The preferable alternative to moving populations is to modify the habitat so that it is unsuitable for transmission. Methods of forest clearance have already been described, while providing water supplies will remove the reliance on obtaining water from rivers.

The density of population largely determines the endemicity, as mentioned above. Two different approaches can be taken:

• keep the population close together and clear an area of forest around them;

• encourage the people to spread out very widely so that they partially clear a large area of forest.

In the first method, the people are safe as long as they remain within the village, but once they pass through the forest, they are subjected to a considerable number of bites. In the second alternative, people will become infected in the initial stages of forest clearance, but once this has been done, then protection will be much greater and more use can be made of the land. In the initial period of forest clearance, a surveillance service will be required to find these pioneer cases. The most unsatisfactory solution is a moderately large population spread evenly over the area; this is the potential situation for an epidemic.

parasite reduction A surveillance service should be set-up and all cases treated (see below). Finding cases in the early stages of the disease, not only increases the chance of successful treatment, but also removes a potential source of infection to tsetse flies.

Another approach to reducing the parasite reservoir in T. b. rhodesiense is to destroy the animal population. This used to be practised on a wide scale, but animal conservation has now questioned the wanton slaughter of animals. In most cases, it will be found that the human reservoir is more important than the animal, but where there is evidence that flies are becoming infected from this alternative source, then game can be killed or driven off.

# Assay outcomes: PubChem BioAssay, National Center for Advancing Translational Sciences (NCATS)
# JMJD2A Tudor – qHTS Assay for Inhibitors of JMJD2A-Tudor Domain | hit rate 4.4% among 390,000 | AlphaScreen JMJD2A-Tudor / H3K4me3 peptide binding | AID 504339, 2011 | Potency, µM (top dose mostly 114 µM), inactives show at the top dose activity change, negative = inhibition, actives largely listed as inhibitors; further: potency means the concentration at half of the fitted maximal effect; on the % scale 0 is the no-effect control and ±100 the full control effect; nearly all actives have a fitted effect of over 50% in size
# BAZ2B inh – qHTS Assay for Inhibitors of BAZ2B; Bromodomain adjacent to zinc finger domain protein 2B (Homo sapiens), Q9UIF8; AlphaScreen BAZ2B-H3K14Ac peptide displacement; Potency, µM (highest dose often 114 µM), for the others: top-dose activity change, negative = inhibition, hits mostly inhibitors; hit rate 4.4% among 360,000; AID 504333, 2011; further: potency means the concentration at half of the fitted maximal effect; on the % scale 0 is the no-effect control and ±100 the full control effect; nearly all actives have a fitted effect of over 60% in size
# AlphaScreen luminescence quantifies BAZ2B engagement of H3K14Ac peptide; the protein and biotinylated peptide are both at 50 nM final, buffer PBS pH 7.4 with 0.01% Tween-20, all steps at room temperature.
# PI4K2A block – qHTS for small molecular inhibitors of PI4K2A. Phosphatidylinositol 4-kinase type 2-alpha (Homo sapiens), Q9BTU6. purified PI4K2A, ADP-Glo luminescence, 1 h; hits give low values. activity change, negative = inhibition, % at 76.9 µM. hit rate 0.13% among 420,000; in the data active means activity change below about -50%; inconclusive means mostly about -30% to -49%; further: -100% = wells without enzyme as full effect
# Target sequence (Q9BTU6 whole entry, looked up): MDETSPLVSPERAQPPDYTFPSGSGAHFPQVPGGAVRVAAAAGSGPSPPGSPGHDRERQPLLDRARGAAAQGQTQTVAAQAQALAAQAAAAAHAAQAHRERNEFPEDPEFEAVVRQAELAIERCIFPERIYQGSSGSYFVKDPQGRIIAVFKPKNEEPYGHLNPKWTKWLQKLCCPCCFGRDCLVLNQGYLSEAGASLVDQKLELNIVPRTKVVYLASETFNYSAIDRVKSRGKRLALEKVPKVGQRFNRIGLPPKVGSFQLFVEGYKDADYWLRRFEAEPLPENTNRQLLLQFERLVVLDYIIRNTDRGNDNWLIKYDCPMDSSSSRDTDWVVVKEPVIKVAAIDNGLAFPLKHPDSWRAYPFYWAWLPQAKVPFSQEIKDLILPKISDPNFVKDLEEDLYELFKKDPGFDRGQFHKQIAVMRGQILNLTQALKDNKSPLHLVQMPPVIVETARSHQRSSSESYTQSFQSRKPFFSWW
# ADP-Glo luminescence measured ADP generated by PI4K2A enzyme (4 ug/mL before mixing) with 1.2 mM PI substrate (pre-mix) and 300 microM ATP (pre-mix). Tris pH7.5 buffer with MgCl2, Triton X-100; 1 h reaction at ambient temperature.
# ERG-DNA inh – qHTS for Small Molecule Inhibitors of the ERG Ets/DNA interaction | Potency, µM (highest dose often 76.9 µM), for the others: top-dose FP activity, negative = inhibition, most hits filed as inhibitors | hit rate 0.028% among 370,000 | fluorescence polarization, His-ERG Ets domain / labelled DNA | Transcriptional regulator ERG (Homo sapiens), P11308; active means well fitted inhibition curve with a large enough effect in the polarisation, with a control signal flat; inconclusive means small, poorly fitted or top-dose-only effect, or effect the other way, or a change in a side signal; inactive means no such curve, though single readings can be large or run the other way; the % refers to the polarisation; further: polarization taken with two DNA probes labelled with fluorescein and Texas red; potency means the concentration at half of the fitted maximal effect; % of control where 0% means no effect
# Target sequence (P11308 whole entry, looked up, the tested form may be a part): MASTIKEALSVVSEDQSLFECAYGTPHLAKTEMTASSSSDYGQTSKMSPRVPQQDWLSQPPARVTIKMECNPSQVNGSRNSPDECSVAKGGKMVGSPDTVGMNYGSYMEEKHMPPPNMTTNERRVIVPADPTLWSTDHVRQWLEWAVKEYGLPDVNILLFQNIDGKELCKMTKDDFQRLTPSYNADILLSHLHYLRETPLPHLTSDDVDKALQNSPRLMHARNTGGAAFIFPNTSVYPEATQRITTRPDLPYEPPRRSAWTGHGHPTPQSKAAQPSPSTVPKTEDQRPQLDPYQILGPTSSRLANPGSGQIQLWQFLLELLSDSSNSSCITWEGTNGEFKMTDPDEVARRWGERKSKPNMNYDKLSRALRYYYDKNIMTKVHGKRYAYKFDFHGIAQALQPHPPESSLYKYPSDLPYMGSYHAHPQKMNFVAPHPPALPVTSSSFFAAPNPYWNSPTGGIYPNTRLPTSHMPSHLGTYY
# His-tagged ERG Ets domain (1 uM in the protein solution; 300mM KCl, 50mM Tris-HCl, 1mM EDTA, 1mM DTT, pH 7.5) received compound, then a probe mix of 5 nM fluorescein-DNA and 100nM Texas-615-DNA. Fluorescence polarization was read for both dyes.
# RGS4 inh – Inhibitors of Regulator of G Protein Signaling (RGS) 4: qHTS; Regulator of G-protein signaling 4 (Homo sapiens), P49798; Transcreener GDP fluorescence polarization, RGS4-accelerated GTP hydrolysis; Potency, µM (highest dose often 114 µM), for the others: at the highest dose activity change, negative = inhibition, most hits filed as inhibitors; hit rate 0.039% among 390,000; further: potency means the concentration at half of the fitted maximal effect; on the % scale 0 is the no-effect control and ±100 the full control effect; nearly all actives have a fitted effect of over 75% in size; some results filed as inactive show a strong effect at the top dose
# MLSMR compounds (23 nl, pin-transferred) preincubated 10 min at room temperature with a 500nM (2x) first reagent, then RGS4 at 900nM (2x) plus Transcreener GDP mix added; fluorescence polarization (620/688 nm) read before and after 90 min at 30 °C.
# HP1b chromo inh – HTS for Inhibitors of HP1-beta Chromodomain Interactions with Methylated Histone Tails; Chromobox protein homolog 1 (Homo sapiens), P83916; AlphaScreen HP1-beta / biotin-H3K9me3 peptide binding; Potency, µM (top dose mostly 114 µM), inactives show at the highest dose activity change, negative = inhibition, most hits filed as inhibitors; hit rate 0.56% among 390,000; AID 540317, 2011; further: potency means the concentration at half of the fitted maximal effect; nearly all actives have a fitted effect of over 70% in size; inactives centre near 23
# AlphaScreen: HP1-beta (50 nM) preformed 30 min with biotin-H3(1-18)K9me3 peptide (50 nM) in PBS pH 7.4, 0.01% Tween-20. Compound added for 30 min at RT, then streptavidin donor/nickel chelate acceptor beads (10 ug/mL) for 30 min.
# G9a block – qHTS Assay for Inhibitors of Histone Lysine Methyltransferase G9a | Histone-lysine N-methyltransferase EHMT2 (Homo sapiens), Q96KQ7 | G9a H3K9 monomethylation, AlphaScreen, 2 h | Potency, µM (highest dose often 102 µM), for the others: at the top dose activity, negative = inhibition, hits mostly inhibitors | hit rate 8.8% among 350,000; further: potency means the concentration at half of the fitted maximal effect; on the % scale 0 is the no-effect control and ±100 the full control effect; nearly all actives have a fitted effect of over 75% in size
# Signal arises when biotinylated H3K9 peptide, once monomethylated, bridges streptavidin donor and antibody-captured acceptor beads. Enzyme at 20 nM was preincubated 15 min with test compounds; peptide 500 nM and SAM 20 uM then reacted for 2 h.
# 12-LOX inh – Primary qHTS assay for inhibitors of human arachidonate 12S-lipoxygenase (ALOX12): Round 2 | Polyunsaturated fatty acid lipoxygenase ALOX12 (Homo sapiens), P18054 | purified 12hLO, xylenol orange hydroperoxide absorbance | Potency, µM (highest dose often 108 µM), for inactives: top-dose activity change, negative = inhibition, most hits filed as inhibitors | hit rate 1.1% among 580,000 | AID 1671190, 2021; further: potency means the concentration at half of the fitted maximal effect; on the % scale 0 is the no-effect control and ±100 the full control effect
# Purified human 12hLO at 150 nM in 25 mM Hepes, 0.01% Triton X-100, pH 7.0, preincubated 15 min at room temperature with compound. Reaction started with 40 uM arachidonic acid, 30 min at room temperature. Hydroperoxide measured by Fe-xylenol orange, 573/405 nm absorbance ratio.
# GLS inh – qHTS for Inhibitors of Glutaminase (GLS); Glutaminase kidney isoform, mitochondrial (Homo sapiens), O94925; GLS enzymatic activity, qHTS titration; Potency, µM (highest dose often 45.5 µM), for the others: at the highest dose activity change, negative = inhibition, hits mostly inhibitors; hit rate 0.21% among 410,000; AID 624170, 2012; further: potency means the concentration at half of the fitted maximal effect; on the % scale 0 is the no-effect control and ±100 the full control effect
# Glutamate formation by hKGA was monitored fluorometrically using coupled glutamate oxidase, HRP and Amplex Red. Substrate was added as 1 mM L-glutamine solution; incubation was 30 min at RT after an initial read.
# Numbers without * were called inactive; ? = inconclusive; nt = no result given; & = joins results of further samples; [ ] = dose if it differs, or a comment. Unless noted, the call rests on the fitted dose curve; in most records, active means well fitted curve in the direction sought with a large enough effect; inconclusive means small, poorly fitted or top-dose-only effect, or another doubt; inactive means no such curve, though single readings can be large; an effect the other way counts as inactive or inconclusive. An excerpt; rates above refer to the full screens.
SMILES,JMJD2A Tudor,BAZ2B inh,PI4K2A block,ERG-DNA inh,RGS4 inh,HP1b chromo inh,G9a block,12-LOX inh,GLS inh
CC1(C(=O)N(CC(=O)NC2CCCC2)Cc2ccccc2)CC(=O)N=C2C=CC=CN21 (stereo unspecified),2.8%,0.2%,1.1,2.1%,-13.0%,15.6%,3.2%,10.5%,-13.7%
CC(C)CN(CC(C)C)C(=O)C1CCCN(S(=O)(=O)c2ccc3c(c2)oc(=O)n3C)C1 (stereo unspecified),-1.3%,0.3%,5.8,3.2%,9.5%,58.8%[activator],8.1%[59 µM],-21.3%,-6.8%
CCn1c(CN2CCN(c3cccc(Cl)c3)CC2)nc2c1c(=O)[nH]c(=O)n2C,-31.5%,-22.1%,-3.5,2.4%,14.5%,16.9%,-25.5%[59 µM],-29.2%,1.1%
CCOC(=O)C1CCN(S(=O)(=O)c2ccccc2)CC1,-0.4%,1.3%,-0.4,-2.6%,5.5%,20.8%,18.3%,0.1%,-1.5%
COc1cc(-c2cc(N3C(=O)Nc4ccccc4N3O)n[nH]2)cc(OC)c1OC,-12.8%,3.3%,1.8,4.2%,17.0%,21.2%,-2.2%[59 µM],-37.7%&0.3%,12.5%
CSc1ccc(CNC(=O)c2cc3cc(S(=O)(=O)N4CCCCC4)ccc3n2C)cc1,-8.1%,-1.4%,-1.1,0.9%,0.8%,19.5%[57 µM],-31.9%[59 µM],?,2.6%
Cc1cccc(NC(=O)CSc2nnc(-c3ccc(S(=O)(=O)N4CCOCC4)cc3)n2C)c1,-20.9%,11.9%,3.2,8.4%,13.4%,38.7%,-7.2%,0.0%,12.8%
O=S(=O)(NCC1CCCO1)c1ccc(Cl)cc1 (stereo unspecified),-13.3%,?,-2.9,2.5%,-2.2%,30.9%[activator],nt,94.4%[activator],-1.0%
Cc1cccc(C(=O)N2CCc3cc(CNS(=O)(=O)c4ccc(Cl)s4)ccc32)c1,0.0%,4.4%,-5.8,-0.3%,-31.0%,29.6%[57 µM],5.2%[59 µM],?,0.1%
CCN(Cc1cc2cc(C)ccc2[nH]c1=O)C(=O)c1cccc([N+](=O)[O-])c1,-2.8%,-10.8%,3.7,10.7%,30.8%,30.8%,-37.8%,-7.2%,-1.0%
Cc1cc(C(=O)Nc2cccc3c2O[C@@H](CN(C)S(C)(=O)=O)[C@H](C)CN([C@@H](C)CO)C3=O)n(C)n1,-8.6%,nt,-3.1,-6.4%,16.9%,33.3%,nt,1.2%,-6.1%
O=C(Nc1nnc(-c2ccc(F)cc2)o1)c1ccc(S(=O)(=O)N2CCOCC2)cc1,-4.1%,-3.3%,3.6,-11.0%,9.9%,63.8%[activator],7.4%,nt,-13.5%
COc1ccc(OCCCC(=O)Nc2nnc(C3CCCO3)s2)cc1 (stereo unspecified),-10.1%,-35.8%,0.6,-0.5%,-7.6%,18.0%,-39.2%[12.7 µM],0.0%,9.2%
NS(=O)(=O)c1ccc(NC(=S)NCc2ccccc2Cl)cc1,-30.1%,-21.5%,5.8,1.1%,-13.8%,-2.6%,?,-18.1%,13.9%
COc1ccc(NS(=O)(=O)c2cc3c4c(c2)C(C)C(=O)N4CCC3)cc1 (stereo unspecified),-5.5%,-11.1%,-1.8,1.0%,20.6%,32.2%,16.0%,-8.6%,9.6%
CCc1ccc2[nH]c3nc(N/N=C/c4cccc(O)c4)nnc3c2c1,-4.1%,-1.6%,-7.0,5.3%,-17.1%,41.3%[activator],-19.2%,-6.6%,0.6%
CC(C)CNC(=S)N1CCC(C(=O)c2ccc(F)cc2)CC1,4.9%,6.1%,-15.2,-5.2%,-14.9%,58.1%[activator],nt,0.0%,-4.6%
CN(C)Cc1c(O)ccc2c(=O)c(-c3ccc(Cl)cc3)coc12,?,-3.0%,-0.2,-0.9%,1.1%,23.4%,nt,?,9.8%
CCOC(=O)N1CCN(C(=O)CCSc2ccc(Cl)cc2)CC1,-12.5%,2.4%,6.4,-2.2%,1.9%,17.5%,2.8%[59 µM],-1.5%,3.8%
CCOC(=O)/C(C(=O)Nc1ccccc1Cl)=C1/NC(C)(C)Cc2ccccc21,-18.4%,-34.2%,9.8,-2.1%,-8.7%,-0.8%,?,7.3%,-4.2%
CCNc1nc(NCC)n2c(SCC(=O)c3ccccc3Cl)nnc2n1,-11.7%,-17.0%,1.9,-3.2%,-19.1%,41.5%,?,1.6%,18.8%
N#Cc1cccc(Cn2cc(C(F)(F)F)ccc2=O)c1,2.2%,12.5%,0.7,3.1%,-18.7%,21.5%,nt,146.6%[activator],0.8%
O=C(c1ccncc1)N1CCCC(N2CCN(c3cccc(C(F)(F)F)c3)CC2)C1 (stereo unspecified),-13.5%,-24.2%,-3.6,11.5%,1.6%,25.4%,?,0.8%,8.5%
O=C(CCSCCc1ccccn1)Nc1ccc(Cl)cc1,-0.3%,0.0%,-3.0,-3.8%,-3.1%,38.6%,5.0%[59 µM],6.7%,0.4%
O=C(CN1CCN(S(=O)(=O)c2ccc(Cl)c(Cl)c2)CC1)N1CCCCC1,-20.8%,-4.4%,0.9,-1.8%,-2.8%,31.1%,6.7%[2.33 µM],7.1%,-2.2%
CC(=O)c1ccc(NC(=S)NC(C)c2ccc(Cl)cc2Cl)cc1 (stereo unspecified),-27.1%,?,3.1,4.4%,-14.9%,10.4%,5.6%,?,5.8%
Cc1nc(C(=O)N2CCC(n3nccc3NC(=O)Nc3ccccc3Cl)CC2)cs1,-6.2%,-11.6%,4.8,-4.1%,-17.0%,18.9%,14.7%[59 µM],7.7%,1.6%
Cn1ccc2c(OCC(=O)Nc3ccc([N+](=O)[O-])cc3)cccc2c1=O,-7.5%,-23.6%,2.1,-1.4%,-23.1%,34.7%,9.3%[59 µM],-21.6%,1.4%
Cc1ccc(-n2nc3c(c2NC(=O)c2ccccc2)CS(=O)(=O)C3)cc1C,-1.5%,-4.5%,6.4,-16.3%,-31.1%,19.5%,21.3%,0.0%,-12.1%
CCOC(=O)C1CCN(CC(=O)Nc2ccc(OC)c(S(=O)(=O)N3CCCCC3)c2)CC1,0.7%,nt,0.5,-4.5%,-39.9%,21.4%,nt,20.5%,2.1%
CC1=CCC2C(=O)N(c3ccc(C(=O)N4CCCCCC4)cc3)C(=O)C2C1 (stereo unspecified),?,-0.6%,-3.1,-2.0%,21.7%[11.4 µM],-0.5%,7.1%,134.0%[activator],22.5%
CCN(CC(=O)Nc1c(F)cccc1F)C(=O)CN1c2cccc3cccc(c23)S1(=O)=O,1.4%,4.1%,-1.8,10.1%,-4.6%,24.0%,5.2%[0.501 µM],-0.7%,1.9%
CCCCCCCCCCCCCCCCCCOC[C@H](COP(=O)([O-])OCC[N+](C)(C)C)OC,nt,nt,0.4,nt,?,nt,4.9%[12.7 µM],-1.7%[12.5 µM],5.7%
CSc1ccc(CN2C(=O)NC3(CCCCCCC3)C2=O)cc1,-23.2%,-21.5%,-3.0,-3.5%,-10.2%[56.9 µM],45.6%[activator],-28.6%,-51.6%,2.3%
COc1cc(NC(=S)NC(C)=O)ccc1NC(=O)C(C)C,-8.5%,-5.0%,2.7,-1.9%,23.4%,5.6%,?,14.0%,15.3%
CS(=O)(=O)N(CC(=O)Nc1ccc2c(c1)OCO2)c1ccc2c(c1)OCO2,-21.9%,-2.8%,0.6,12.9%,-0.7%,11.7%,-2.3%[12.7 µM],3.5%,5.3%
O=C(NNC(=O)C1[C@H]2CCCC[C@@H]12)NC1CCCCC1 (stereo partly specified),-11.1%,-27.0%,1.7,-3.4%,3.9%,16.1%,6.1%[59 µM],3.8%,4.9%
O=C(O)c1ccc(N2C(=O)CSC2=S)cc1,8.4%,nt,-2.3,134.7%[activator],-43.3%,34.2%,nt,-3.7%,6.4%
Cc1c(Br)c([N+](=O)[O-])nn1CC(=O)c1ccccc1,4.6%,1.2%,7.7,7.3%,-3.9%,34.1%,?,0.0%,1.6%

Treatment of cases requires hospitalization as the drugs are highly toxic. Suramin is effective in early and intermediate cases of both T. b. rhodesiense and T. b. gambiense. When the CNS is involved, Melarsoprol is the drug of choice. Eflornithine is very effective in all stages of T. b. gambiense infection (including cerebral), but is not effective in T. b. rhodesiense. Pentamidine has been used as a prophylactic against T. b. gambiense to people at special risk. There is no prophylactic against T. b. rhodesiense infection.

Surveillance In a sleeping sickness area, a surveillance service should be set up. Sleeping sickness workers are recruited more on their knowledge of the local community than their medical skills, as the simple techniques of gland puncture or making a blood slide can easily be taught. The workers cover a set area and take slides from people with symptoms of persistent fever and headache, or those who pursue a particular occupation, such as hunters, honey collectors or wood-cutters. In T. b. gambiense infection, palpation for neck glands can provide a useful estimate of prevalence. In an epidemic of T. b. rhode-siense, a mass blood slide examination can be performed in the worst-affected areas to detect asymptomatic cases.

The illness in animals is more extensive than in the human population and veterinary services often set-up extensive surveillance and control programmes, so combining efforts with them can be of value.